By the time it's 2022, Qatar, in line with its stance on sustainable development, is planning on recycling of the solid waste the country generates.
According to a document of Qatar Second National Development Strategy (NDS2), “As the infrastructure works of the FIFA World Cup and related demolition and rebuilding of enterprises is nearing completion, the generated amount of construction waste is expected to decrease.”
“Moreover, the State is making significant efforts to increase the waste recycling rate and promote environmental awareness on reducing the quantity of domestic solid waste, making it possible to achieve the target of recycling 15 percent of solid waste over the course of the NDS-2,” added the document.
As compared to other countries, Qatar has done quite well in the area of domestic waste generation. It has been successful in keeping the level of domestic waste at lower levels than some of other countries. The generation rate of household solid waste is estimated at 2.1-4.1 kilogram (kg) per capita per day in GCC countries, 1.2 in the US, and 4.1 in European Union countries, compared to 1.6 kg per person per day in Qatar.
Domestic solid waste usually consists of different proportions of organic matter (food waste, etc), paper, plastics, glass, metals, fabrics, bones, leather, home dust, etc. Domestic solid waste is the second largest source of waste after construction waste in Qatar.
The generation of total solid waste (construction, domestic and others) increased from eight million tonnes in 2008 to 12 million tonnes in 2013. After that, there has been a steady decline with 9.8 million tonnes in 2014 and this continued to fall to 7.7 million tonnes in 2015. The main reason behind thi fall is a declining production of construction waste that constitutes 70-80 percent of the waste.
Statistics for 2012 also show that approximately 3-6 percent of total solid waste was recycled, according to the Ministry of Development Planning and Statistics data.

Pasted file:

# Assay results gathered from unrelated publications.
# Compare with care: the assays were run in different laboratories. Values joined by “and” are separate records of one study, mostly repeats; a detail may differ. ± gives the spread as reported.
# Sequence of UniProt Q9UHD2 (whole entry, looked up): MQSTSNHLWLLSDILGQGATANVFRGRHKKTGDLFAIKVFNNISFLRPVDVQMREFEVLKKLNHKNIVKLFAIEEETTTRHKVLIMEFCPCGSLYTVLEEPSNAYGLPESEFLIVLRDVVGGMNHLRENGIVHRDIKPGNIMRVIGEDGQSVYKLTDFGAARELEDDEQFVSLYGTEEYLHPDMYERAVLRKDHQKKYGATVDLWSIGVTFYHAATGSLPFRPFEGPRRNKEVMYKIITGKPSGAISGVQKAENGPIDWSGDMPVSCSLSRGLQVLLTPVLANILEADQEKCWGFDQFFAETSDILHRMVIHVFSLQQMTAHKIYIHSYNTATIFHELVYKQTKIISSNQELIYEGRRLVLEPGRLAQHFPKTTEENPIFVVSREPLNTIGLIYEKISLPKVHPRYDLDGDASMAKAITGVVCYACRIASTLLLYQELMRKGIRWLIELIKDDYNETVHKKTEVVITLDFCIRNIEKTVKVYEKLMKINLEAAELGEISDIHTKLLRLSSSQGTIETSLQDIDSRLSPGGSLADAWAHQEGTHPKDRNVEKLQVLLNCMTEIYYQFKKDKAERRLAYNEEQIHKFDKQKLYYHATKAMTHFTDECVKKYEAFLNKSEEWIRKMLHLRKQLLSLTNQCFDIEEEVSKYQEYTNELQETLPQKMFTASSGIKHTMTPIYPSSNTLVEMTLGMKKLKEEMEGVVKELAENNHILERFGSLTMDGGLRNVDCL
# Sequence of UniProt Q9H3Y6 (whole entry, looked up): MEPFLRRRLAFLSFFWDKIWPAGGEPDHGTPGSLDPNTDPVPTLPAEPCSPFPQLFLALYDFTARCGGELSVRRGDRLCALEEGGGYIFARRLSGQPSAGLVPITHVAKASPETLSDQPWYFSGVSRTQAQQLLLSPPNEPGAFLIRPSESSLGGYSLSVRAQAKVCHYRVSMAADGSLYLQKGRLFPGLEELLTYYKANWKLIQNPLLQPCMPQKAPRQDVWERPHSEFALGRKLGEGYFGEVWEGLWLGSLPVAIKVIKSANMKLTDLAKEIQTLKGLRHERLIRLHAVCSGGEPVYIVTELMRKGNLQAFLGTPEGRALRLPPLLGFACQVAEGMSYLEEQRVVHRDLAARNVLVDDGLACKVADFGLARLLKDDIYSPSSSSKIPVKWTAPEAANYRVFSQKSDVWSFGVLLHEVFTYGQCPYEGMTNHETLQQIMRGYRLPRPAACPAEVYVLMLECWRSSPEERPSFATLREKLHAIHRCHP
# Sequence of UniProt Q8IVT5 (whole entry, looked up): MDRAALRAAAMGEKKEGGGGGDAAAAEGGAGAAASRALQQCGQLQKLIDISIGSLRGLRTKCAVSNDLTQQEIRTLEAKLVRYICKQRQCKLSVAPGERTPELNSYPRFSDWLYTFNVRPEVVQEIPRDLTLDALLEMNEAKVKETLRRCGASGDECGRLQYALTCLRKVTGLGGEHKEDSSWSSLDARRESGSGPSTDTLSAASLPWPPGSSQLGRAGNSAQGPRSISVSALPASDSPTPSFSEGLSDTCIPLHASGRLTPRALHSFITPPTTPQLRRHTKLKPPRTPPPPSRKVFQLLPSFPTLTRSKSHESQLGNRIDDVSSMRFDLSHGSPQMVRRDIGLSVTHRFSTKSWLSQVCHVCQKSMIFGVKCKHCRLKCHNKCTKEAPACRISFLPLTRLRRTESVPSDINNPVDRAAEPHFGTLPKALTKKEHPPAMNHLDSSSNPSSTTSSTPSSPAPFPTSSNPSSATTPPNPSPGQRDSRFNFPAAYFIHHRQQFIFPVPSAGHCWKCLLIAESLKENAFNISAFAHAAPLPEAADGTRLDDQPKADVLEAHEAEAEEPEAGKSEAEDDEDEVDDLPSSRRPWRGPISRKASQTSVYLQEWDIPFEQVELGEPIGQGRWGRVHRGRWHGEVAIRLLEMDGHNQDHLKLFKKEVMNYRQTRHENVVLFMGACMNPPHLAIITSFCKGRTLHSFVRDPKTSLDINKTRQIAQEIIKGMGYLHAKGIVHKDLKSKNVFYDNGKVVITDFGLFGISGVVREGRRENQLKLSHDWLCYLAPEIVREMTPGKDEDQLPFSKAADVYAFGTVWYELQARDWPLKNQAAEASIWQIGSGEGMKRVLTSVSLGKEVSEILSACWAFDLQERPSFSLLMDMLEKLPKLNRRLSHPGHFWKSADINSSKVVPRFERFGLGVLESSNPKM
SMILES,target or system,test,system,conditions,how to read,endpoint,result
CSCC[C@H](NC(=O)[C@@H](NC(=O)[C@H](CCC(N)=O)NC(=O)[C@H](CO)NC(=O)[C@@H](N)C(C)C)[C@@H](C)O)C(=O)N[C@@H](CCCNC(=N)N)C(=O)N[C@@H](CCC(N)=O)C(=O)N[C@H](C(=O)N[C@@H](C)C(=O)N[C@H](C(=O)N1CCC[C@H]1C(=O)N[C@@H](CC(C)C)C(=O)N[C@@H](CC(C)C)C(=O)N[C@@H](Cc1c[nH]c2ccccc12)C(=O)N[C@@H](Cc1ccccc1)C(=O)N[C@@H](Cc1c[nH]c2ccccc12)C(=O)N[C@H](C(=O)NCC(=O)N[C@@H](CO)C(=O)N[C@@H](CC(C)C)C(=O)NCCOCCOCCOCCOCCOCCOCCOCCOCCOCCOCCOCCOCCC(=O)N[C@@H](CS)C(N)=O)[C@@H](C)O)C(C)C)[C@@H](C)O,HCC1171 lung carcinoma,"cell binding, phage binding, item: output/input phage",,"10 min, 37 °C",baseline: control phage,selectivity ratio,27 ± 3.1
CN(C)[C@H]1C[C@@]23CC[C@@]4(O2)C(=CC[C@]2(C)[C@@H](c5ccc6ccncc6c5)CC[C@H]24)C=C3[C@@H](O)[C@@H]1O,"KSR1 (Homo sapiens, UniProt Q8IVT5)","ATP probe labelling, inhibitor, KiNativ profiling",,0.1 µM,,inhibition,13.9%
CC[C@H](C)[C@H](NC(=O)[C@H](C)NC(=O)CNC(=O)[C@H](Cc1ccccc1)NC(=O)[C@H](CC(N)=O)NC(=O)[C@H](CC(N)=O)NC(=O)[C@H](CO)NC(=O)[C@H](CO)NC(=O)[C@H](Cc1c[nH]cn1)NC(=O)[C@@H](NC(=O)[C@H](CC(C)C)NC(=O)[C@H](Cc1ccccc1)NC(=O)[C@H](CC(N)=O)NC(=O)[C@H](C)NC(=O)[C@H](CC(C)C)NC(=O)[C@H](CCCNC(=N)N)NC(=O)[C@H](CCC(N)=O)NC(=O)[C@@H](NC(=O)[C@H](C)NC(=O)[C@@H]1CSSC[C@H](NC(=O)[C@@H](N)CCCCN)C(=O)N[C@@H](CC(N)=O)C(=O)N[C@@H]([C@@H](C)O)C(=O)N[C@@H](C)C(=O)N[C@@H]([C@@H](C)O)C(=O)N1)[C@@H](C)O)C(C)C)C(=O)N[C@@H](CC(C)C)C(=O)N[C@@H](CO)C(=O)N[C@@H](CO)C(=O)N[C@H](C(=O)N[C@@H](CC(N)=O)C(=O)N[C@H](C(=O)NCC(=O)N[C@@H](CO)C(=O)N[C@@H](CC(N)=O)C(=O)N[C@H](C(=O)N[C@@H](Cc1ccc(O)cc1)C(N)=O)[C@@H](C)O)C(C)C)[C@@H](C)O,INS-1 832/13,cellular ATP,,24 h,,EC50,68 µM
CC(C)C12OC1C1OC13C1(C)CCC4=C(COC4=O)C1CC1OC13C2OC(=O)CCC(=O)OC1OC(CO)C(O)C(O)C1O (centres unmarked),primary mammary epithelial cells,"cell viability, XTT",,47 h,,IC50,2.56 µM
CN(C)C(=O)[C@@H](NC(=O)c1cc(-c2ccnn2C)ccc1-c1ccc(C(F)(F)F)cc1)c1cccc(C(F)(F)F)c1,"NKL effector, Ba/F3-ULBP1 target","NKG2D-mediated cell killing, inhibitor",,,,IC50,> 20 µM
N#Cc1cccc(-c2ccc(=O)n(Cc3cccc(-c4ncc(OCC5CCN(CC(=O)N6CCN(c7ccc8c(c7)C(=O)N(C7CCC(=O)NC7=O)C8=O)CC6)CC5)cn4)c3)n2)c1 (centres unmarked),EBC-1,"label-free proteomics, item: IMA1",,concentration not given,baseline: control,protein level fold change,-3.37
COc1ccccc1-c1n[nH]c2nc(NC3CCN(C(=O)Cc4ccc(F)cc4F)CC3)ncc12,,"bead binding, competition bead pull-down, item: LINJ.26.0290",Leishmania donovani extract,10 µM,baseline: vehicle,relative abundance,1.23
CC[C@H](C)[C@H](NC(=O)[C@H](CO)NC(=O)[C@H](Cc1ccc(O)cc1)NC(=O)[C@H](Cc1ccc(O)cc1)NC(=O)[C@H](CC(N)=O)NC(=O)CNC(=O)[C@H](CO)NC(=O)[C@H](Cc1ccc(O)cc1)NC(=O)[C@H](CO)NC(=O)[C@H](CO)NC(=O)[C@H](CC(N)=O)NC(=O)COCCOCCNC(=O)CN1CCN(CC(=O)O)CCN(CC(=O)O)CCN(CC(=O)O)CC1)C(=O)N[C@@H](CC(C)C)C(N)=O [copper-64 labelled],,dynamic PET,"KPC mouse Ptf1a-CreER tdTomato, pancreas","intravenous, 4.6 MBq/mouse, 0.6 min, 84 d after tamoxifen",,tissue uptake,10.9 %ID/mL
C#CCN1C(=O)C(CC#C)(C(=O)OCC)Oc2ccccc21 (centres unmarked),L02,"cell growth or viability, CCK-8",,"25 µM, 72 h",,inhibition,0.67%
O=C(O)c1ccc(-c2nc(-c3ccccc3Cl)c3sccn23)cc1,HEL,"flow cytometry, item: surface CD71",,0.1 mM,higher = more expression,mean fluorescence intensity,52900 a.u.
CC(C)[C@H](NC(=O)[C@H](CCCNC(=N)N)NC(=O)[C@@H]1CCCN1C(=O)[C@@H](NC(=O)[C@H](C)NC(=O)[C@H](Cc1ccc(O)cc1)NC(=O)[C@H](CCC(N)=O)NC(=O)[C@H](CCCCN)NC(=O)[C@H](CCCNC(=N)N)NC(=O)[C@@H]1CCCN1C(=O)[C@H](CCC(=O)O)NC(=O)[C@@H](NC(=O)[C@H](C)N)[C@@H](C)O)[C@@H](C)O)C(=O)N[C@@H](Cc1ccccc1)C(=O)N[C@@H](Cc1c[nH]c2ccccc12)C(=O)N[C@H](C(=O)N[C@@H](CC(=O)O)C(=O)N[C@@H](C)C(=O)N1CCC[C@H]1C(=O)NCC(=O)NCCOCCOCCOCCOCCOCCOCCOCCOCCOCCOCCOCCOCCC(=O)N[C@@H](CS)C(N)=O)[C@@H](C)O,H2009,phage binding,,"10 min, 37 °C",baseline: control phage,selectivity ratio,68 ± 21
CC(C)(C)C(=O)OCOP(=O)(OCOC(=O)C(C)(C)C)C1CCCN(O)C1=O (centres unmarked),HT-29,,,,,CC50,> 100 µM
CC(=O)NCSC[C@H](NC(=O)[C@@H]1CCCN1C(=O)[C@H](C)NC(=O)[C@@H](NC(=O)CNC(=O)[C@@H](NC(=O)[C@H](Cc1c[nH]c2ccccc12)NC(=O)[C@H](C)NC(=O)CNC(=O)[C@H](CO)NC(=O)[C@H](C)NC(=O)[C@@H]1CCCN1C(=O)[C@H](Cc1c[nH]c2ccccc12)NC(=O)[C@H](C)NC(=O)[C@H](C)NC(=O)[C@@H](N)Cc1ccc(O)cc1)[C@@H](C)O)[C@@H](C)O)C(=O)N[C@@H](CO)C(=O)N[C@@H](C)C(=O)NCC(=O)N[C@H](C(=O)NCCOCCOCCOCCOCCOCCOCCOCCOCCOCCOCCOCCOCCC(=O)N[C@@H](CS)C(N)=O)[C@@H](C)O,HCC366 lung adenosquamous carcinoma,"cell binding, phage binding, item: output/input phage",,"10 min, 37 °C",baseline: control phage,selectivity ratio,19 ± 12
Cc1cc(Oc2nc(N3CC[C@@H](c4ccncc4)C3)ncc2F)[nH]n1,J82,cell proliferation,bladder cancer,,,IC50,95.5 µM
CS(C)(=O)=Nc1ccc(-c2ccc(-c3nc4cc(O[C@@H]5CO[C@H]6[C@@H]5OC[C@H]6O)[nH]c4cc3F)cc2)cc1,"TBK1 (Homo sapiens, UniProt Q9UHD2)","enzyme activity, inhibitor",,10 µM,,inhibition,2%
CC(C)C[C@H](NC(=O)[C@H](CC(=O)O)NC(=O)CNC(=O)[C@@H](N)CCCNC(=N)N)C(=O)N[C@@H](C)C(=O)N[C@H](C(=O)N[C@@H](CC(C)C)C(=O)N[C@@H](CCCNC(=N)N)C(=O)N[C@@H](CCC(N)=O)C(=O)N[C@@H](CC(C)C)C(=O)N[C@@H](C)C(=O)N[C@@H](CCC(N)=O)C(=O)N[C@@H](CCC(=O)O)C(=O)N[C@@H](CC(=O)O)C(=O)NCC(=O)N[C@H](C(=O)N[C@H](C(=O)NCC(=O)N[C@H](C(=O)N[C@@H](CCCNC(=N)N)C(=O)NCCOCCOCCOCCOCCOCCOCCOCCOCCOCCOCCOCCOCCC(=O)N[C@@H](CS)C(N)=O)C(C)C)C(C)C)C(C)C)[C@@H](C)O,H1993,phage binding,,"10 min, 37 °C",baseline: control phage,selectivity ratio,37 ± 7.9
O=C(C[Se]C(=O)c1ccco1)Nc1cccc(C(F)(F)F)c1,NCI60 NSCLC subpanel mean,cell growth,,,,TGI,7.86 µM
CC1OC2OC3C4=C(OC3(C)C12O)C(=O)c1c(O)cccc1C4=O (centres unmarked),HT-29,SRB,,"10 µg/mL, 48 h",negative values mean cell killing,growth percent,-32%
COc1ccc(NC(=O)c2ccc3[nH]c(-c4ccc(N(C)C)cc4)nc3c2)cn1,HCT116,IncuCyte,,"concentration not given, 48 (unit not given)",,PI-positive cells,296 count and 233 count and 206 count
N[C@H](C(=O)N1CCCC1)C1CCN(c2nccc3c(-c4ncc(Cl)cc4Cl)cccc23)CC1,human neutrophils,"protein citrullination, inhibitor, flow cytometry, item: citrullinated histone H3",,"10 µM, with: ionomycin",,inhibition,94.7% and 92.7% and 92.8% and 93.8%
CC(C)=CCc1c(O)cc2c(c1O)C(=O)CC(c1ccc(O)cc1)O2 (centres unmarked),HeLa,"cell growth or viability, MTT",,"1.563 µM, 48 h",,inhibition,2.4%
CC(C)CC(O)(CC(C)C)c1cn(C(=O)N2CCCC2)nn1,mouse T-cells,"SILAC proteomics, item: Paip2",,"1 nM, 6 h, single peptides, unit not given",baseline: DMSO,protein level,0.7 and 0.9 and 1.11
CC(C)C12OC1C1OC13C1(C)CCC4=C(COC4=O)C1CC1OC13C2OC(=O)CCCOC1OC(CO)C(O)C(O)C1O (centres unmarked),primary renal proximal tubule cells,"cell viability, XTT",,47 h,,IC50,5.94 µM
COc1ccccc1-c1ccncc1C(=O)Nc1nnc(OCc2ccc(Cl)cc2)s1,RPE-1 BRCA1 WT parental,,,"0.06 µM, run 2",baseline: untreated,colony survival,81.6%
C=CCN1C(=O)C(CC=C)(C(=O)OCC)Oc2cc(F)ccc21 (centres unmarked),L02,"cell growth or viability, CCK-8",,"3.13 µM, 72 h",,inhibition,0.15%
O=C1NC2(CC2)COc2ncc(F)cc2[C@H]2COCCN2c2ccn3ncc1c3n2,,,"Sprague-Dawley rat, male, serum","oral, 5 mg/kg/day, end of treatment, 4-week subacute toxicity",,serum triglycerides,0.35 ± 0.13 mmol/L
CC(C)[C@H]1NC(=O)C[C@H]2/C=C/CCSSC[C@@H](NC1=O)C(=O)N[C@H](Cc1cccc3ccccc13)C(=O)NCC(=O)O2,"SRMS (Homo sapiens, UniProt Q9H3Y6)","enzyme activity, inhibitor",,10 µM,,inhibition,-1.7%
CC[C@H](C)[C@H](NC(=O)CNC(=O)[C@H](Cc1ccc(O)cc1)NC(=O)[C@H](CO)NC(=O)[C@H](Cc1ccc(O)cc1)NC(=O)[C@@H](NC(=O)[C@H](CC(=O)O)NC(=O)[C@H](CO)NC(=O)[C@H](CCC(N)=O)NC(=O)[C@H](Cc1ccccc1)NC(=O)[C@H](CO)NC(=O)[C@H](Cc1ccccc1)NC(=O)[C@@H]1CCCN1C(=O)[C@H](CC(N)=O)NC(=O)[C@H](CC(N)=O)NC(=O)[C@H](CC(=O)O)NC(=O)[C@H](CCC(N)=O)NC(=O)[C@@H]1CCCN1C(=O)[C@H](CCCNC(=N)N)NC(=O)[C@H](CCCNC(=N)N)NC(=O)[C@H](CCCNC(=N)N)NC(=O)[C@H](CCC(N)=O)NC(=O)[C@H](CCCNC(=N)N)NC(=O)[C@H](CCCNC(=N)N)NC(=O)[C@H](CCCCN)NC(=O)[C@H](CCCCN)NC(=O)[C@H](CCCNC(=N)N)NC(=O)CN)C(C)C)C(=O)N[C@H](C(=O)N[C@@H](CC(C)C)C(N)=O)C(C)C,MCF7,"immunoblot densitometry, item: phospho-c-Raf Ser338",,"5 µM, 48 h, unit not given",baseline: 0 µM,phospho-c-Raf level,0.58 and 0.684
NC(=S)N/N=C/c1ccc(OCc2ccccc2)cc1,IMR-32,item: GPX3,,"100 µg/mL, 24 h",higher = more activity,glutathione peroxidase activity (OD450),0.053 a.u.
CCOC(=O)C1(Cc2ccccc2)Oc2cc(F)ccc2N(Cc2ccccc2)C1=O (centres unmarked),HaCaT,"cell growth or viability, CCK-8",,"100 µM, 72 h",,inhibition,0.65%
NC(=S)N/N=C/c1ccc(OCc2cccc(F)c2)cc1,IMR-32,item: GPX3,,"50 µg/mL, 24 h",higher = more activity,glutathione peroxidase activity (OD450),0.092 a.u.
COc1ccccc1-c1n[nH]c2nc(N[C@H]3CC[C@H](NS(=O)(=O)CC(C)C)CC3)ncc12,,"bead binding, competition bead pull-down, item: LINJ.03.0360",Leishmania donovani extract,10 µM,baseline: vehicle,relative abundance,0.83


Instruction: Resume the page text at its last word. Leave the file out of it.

The total waste generated in the country has declined by around 32 per cent since 2011. According to the ‘Second Voluntary National Review, 2018’, the total waste declined from about 12.1 million tonnes in 2011 to about 8.2 million tonnes in 2017.
The government gives special attention to waste management and treatment, due to its keenness to reduce the effects of waste on health, maintain a civic view of the country, and promote waste reduction practices.
Standard recyclable materials include glass, paper, cardboard, metals, plastics, tires, textiles and electronics. A high proportion of construction waste, especially cement, brick and tile waste, is fully suitable for crushing and recycling as a replacement of gravel extracted from new quarries in some lower applications.
Qatar’s Second National Development Strategy (2018-2022) includes many goals that seek to ensure sustainable consumption and encourage efficient use of natural resources.
One of the goals is to preserve and develop water resources by reducing the total losses of potable water and reducing the per capita consumption of water by 15 per cent through the National Program for Conservation and Energy Efficiency by 2020. It also aims to reduce the depletion of groundwater and the development of the aquifer and strengthen the integrated management of water and electricity and reduce the rate of consumption of electricity per capita by eight per cent through Tarsheed.
What do you think of this goal of Qatar? Is it attainable? How are you protecting the environment? Do you recycle your waste? Do let us know in our Comments section. Like and share the article - it keeps us going!
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